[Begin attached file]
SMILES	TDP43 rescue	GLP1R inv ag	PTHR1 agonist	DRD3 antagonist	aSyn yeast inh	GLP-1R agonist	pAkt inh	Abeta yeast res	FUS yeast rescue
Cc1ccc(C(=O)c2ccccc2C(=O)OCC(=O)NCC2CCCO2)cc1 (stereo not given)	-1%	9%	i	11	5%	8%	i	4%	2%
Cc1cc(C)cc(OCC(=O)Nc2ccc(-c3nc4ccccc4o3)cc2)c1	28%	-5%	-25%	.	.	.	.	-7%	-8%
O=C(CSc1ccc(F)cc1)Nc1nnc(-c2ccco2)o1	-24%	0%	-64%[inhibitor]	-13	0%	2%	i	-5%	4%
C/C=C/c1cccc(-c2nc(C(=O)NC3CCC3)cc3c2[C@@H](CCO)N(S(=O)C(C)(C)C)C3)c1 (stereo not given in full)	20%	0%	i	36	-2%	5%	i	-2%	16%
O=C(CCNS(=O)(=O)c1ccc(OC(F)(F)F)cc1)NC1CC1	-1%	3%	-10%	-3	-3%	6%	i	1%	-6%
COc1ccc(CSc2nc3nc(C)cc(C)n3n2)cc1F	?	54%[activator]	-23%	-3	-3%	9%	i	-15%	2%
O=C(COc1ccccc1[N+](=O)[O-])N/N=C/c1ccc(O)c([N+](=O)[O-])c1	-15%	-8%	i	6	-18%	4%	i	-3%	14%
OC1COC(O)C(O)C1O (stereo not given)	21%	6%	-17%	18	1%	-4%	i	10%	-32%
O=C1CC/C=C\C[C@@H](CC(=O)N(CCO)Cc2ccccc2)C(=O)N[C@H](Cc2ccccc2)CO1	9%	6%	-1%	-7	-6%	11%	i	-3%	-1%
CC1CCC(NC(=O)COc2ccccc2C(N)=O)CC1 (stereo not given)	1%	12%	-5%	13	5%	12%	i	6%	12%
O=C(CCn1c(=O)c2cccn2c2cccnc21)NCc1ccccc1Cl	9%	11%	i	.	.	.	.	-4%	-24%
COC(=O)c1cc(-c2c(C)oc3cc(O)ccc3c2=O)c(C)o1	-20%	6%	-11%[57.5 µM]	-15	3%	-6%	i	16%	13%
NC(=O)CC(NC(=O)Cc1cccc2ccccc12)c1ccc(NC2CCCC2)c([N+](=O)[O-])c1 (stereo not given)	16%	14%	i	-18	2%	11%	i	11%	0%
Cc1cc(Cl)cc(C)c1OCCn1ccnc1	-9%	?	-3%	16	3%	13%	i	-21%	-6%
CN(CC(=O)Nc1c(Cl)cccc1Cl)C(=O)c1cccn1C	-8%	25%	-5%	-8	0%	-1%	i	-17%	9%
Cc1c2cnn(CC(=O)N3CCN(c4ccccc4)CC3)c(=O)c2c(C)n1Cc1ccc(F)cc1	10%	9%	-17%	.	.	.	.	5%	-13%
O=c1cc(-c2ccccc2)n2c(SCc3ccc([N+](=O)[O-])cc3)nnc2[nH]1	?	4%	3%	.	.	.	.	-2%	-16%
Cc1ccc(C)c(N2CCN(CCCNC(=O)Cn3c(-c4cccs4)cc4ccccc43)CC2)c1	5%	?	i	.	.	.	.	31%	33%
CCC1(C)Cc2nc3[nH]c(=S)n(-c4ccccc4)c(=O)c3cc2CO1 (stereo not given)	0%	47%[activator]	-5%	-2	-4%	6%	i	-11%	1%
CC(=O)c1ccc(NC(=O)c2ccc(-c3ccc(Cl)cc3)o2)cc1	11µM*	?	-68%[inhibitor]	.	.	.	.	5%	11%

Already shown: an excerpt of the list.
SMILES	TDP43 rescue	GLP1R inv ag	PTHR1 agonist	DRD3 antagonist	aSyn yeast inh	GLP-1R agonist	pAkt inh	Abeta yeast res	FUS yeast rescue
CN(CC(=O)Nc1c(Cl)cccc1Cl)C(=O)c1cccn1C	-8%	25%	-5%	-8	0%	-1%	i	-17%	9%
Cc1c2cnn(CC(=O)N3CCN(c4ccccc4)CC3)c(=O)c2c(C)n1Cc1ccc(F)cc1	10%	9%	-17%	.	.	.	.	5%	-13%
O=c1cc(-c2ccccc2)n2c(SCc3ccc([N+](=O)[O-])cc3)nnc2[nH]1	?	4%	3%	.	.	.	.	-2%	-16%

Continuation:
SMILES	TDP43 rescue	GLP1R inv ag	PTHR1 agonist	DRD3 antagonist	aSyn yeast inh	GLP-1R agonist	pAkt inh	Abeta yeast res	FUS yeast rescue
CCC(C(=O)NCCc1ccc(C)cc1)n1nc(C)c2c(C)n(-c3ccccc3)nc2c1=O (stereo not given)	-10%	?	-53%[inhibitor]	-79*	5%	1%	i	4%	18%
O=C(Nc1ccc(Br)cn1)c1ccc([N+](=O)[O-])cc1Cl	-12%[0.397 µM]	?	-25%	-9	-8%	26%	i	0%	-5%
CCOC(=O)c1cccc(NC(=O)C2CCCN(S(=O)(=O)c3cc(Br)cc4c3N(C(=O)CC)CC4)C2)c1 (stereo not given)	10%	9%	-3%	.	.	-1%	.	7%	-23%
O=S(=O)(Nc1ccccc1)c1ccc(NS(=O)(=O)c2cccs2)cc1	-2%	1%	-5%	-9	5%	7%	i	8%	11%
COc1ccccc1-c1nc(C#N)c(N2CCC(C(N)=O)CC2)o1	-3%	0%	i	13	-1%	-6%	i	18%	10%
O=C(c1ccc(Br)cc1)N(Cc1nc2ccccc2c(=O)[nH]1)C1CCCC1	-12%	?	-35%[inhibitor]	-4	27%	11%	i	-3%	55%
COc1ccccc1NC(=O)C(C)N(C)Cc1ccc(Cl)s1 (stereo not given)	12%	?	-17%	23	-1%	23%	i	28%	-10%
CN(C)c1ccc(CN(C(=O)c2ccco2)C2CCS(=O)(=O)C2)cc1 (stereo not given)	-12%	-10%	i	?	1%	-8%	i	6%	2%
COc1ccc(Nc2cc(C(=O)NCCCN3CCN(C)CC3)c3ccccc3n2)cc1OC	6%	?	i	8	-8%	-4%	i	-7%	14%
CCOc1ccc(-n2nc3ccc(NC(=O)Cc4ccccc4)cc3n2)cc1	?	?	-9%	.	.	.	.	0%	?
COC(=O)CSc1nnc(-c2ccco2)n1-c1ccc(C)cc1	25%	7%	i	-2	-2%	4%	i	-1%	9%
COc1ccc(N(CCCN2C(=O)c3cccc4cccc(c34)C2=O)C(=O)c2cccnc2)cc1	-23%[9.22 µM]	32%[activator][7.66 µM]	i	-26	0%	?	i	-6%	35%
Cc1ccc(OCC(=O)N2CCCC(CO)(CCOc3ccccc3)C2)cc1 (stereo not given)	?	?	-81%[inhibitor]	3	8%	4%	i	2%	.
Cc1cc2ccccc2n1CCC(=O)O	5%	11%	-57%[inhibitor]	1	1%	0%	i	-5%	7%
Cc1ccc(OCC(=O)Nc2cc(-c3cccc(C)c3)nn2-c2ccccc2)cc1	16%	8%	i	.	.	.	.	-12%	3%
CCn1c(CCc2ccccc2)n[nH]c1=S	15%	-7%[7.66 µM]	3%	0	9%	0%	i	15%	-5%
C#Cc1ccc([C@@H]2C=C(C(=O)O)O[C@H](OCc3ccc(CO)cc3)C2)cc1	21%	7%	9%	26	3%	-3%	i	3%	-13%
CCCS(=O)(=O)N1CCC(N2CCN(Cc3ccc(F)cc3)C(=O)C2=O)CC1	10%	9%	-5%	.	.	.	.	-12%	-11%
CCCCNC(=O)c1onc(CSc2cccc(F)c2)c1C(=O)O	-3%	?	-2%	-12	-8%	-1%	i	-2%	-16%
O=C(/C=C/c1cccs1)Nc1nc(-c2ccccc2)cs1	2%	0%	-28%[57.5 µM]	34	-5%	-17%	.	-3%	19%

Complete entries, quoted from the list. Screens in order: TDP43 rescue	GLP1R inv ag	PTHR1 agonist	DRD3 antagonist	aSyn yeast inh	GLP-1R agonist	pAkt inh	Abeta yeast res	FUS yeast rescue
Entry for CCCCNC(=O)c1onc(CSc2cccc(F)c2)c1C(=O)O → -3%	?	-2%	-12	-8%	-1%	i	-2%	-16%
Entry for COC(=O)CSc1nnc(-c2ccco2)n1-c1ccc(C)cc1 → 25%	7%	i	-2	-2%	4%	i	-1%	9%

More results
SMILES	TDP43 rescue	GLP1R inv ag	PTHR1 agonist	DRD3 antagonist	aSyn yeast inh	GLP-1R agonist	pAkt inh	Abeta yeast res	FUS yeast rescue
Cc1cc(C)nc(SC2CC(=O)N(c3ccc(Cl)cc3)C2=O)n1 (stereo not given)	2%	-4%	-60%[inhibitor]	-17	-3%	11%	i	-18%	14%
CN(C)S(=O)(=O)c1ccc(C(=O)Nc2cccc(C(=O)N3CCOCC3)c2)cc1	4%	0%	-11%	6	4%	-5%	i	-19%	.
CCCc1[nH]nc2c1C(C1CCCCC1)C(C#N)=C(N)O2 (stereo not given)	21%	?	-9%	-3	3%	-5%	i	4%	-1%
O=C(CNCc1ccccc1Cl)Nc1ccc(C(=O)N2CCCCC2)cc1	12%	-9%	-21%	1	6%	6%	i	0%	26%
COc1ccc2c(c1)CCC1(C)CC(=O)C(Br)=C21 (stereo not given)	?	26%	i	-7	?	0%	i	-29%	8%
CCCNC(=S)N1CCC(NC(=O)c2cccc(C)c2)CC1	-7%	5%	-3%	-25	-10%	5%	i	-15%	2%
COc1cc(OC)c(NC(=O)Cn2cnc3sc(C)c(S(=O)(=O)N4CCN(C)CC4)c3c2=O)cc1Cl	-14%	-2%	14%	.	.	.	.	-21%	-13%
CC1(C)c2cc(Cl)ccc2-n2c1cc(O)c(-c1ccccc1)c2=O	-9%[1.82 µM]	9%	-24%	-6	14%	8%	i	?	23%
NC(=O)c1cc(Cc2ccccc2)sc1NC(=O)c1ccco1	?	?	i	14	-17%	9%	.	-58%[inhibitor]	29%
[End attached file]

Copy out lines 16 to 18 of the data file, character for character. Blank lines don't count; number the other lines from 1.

CN(CC(=O)Nc1c(Cl)cccc1Cl)C(=O)c1cccn1C	-8%	25%	-5%	-8	0%	-1%	i	-17%	9%
Cc1c2cnn(CC(=O)N3CCN(c4ccccc4)CC3)c(=O)c2c(C)n1Cc1ccc(F)cc1	10%	9%	-17%	.	.	.	.	5%	-13%
O=c1cc(-c2ccccc2)n2c(SCc3ccc([N+](=O)[O-])cc3)nnc2[nH]1	?	4%	3%	.	.	.	.	-2%	-16%